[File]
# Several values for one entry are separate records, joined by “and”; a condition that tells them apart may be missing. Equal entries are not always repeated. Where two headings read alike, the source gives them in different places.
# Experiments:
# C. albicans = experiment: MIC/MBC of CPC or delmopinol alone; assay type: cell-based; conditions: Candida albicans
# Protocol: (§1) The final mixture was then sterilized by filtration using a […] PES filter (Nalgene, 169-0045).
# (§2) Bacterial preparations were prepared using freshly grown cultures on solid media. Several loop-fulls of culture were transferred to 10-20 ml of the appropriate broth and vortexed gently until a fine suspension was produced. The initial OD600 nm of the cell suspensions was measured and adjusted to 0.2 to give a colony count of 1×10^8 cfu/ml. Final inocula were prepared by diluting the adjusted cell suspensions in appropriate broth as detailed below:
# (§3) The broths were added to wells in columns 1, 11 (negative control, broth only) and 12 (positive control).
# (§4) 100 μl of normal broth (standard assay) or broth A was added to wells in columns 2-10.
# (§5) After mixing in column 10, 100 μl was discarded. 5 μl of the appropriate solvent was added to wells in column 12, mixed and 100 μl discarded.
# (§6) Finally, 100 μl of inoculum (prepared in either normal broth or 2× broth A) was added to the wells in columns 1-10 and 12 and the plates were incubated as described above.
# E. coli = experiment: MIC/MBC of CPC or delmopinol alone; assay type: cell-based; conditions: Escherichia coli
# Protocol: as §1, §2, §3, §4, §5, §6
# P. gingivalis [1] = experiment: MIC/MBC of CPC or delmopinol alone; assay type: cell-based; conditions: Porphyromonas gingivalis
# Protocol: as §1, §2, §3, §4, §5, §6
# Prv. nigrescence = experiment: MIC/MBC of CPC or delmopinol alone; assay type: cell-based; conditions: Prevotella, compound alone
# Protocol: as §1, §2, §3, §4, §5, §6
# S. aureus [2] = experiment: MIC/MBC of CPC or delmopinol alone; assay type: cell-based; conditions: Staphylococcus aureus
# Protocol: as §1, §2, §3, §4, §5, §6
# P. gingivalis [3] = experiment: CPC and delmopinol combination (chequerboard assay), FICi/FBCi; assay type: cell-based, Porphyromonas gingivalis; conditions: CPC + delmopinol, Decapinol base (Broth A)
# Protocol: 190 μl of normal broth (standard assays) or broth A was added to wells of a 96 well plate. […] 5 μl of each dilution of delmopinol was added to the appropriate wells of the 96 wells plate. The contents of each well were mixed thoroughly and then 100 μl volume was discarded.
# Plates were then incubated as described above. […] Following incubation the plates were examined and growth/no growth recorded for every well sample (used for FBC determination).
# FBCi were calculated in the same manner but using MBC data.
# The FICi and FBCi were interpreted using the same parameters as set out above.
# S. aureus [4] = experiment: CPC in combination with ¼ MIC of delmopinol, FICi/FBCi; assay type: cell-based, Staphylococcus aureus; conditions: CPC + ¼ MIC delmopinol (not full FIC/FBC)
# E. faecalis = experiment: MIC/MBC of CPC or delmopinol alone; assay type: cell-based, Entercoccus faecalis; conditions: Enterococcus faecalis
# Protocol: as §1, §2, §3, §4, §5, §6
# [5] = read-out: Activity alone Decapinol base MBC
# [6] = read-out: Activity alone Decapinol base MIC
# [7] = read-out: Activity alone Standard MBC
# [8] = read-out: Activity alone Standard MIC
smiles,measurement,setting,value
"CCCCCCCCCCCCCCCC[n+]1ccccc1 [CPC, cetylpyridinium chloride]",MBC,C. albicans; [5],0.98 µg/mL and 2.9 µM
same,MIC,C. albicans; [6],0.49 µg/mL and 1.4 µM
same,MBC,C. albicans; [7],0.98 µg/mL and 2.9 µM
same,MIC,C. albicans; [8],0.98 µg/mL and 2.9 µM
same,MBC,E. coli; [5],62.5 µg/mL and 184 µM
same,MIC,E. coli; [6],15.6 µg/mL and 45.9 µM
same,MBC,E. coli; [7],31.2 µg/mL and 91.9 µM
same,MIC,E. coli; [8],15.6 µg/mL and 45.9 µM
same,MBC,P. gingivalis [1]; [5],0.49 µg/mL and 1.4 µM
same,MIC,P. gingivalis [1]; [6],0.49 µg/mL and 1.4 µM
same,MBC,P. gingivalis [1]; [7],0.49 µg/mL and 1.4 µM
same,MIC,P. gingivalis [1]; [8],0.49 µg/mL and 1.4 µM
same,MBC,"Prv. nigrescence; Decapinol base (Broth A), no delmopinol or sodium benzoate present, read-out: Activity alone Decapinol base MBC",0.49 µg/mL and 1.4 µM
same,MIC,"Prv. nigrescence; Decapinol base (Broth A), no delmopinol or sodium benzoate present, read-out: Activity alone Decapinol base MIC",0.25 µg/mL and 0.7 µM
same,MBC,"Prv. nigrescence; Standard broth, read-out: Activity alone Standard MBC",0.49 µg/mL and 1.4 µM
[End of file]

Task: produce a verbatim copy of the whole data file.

# Several values for one entry are separate records, joined by “and”; a condition that tells them apart may be missing. Equal entries are not always repeated. Where two headings read alike, the source gives them in different places.
# Experiments:
# C. albicans = experiment: MIC/MBC of CPC or delmopinol alone; assay type: cell-based; conditions: Candida albicans
# Protocol: (§1) The final mixture was then sterilized by filtration using a […] PES filter (Nalgene, 169-0045).
# (§2) Bacterial preparations were prepared using freshly grown cultures on solid media. Several loop-fulls of culture were transferred to 10-20 ml of the appropriate broth and vortexed gently until a fine suspension was produced. The initial OD600 nm of the cell suspensions was measured and adjusted to 0.2 to give a colony count of 1×10^8 cfu/ml. Final inocula were prepared by diluting the adjusted cell suspensions in appropriate broth as detailed below:
# (§3) The broths were added to wells in columns 1, 11 (negative control, broth only) and 12 (positive control).
# (§4) 100 μl of normal broth (standard assay) or broth A was added to wells in columns 2-10.
# (§5) After mixing in column 10, 100 μl was discarded. 5 μl of the appropriate solvent was added to wells in column 12, mixed and 100 μl discarded.
# (§6) Finally, 100 μl of inoculum (prepared in either normal broth or 2× broth A) was added to the wells in columns 1-10 and 12 and the plates were incubated as described above.
# E. coli = experiment: MIC/MBC of CPC or delmopinol alone; assay type: cell-based; conditions: Escherichia coli
# Protocol: as §1, §2, §3, §4, §5, §6
# P. gingivalis [1] = experiment: MIC/MBC of CPC or delmopinol alone; assay type: cell-based; conditions: Porphyromonas gingivalis
# Protocol: as §1, §2, §3, §4, §5, §6
# Prv. nigrescence = experiment: MIC/MBC of CPC or delmopinol alone; assay type: cell-based; conditions: Prevotella, compound alone
# Protocol: as §1, §2, §3, §4, §5, §6
# S. aureus [2] = experiment: MIC/MBC of CPC or delmopinol alone; assay type: cell-based; conditions: Staphylococcus aureus
# Protocol: as §1, §2, §3, §4, §5, §6
# P. gingivalis [3] = experiment: CPC and delmopinol combination (chequerboard assay), FICi/FBCi; assay type: cell-based, Porphyromonas gingivalis; conditions: CPC + delmopinol, Decapinol base (Broth A)
# Protocol: 190 μl of normal broth (standard assays) or broth A was added to wells of a 96 well plate. […] 5 μl of each dilution of delmopinol was added to the appropriate wells of the 96 wells plate. The contents of each well were mixed thoroughly and then 100 μl volume was discarded.
# Plates were then incubated as described above. […] Following incubation the plates were examined and growth/no growth recorded for every well sample (used for FBC determination).
# FBCi were calculated in the same manner but using MBC data.
# The FICi and FBCi were interpreted using the same parameters as set out above.
# S. aureus [4] = experiment: CPC in combination with ¼ MIC of delmopinol, FICi/FBCi; assay type: cell-based, Staphylococcus aureus; conditions: CPC + ¼ MIC delmopinol (not full FIC/FBC)
# E. faecalis = experiment: MIC/MBC of CPC or delmopinol alone; assay type: cell-based, Entercoccus faecalis; conditions: Enterococcus faecalis
# Protocol: as §1, §2, §3, §4, §5, §6
# [5] = read-out: Activity alone Decapinol base MBC
# [6] = read-out: Activity alone Decapinol base MIC
# [7] = read-out: Activity alone Standard MBC
# [8] = read-out: Activity alone Standard MIC
smiles,measurement,setting,value
"CCCCCCCCCCCCCCCC[n+]1ccccc1 [CPC, cetylpyridinium chloride]",MBC,C. albicans; [5],0.98 µg/mL and 2.9 µM
same,MIC,C. albicans; [6],0.49 µg/mL and 1.4 µM
same,MBC,C. albicans; [7],0.98 µg/mL and 2.9 µM
same,MIC,C. albicans; [8],0.98 µg/mL and 2.9 µM
same,MBC,E. coli; [5],62.5 µg/mL and 184 µM
same,MIC,E. coli; [6],15.6 µg/mL and 45.9 µM
same,MBC,E. coli; [7],31.2 µg/mL and 91.9 µM
same,MIC,E. coli; [8],15.6 µg/mL and 45.9 µM
same,MBC,P. gingivalis [1]; [5],0.49 µg/mL and 1.4 µM
same,MIC,P. gingivalis [1]; [6],0.49 µg/mL and 1.4 µM
same,MBC,P. gingivalis [1]; [7],0.49 µg/mL and 1.4 µM
same,MIC,P. gingivalis [1]; [8],0.49 µg/mL and 1.4 µM
same,MBC,"Prv. nigrescence; Decapinol base (Broth A), no delmopinol or sodium benzoate present, read-out: Activity alone Decapinol base MBC",0.49 µg/mL and 1.4 µM
same,MIC,"Prv. nigrescence; Decapinol base (Broth A), no delmopinol or sodium benzoate present, read-out: Activity alone Decapinol base MIC",0.25 µg/mL and 0.7 µM
same,MBC,"Prv. nigrescence; Standard broth, read-out: Activity alone Standard MBC",0.49 µg/mL and 1.4 µM